On a flight from Los Angeles to New York, Oliver and Emily make a connection, only to decide that they are poorly suited to be together. Over the next seven years, however, they are ... See full summary »
In Chicago, the art dealer Brooke Meyers feels not appreciated and neglected by her immature boyfriend Gary Grobowski, who is partner of his two brothers in a tourism business, and decides to break-up with him to make Gary misses her. Gary misunderstands her true intention, both follows the wrong advices of family members and friends, beginning a war of sexes with no winner. Written by
Claudio Carvalho, Rio de Janeiro, Brazil
It is extremely frustrating when a studio deceives you by selling a film as something it is not. The Break-Up is NOT a laugh a minute comedy of he said/she said. It is not the playful battle of the sexes so guiltily enjoyed in Peyton Reed's previous film Down With Love. It is, however, an enjoyable (that's perhaps not the right word) take on the part of a relationship we rarely see in an otherwise romantic comedy.
Centering a film on the ugly side of dating is a risky task, which is why it is understandable that the studio would try to sell the "hilarity" of incompatibility. Yet by doing so, the film's trailer really sells short the strength that this film has as a dramatic rendering of an adult relationship gone sour.
Vaughn and Aniston give strong, believable performances as a couple in crisis. Their attraction and chemistry is right, in that you can see these two hooking up, but not exactly hitching up. Neither one deserves the other, as both display their worst faults as their relationship devolves. A strong supporting cast plays their pals caught in the crossfire, with some funny results and some ridiculous mugging at times. Reed does a fine job of hitting the right notes, though the jump between comedy and drama can be a little jarring.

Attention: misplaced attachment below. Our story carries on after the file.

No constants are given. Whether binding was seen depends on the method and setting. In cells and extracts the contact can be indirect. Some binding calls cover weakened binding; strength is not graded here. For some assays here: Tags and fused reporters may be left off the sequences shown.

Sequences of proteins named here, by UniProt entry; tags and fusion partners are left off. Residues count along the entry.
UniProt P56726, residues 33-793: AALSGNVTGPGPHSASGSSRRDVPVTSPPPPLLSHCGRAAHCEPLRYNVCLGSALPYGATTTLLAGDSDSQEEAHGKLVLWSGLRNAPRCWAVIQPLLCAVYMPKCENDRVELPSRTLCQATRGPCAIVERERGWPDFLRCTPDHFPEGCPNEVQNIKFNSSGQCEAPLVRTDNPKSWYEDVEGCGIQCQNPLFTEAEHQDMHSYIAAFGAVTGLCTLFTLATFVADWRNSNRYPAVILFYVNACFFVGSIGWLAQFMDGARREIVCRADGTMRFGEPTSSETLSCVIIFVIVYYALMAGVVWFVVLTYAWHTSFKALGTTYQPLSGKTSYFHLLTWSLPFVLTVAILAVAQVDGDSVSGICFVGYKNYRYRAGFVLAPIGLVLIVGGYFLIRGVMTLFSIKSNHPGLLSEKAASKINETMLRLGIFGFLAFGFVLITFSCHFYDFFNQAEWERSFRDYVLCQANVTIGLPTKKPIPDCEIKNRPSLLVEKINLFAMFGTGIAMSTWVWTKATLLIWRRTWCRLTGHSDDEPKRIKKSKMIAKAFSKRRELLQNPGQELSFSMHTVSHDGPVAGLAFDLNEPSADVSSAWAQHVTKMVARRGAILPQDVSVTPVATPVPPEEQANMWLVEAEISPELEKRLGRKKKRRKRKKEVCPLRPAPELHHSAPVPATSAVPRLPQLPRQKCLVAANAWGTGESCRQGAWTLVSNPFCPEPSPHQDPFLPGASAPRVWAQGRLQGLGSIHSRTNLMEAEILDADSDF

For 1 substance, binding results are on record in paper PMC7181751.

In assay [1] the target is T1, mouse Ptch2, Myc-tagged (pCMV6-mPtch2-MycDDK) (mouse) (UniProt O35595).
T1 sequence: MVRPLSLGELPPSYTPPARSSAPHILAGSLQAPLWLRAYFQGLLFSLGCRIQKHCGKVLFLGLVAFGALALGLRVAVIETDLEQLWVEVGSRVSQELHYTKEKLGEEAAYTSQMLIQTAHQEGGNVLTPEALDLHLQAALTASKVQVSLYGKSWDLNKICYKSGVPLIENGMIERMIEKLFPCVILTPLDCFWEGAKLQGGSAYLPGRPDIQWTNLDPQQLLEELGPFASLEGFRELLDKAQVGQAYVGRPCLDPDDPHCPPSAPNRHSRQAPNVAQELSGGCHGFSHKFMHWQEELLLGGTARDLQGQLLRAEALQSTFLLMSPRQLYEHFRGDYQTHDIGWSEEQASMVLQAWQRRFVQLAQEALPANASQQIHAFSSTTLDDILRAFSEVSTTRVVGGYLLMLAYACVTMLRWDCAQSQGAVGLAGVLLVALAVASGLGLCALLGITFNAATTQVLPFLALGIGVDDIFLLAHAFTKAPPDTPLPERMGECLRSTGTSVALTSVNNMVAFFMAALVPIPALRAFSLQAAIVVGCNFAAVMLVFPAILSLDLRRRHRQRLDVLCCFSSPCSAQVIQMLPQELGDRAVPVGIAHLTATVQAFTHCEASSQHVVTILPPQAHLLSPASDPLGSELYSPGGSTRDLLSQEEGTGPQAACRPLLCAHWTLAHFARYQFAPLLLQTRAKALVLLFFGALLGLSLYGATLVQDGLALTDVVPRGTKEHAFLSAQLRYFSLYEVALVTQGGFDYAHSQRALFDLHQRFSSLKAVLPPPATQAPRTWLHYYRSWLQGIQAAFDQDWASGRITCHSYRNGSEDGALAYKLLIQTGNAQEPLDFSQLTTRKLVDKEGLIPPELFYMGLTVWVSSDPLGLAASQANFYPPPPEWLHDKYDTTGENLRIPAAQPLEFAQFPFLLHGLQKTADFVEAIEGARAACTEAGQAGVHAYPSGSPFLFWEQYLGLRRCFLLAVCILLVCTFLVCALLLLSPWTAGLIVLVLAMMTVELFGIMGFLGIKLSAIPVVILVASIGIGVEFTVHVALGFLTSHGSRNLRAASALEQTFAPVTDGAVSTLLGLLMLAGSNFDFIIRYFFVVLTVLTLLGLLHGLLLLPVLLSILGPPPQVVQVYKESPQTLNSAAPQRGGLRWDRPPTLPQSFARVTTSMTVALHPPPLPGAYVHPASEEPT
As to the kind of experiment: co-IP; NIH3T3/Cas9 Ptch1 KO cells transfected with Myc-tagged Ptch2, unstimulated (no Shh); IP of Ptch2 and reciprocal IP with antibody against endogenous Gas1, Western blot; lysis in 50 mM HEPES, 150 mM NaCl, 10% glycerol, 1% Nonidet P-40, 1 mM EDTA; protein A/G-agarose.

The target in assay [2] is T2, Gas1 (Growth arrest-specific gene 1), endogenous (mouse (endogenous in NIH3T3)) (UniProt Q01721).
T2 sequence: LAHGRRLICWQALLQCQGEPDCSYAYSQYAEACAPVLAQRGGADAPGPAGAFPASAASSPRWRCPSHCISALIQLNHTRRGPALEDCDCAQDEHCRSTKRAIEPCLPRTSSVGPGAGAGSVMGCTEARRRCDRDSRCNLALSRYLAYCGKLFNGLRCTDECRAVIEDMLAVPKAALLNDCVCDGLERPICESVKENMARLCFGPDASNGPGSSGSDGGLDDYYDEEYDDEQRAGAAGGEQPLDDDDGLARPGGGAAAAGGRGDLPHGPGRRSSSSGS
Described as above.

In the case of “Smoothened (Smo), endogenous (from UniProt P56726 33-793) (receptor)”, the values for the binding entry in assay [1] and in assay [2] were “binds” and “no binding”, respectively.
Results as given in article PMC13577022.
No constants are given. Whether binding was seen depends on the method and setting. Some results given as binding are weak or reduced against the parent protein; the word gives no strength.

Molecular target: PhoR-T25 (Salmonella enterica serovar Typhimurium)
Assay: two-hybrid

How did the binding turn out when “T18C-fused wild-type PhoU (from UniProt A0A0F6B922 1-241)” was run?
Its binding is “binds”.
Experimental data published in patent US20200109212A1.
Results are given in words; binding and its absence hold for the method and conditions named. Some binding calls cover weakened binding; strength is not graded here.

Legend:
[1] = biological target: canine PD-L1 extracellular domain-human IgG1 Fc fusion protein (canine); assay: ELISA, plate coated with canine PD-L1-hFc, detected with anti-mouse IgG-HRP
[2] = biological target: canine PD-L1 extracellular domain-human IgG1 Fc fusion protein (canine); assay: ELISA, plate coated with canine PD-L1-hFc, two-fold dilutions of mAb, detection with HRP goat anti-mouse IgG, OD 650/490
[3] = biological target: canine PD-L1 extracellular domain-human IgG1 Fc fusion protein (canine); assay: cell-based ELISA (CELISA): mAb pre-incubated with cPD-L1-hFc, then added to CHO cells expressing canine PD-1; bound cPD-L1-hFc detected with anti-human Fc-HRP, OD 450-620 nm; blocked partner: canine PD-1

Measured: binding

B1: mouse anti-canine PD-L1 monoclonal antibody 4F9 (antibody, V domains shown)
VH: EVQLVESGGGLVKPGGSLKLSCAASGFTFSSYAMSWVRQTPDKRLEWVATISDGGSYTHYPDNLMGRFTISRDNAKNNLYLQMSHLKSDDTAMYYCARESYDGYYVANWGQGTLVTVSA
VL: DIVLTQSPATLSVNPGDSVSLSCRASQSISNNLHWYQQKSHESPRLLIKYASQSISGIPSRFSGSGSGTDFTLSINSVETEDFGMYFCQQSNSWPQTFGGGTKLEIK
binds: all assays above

The film tries to realistically deal with a couple's break-up, yet finds truth in the dialogue more often than it does in the actions of its characters. Some honest reactions spill forth from the mouths of the hurt, confused couple dealing with their emotions, but their over-the-top responses by way of making grand purchases and throwing away their hard earned lives and bodies at a whim seem less real and more made in Hollywood.
Still, in the end, without the misleading theatrical trailer and real life romance (and prior break-ups) of the two leads, the film is convincing and entertaining. Just expect a lot more screaming than laughing.
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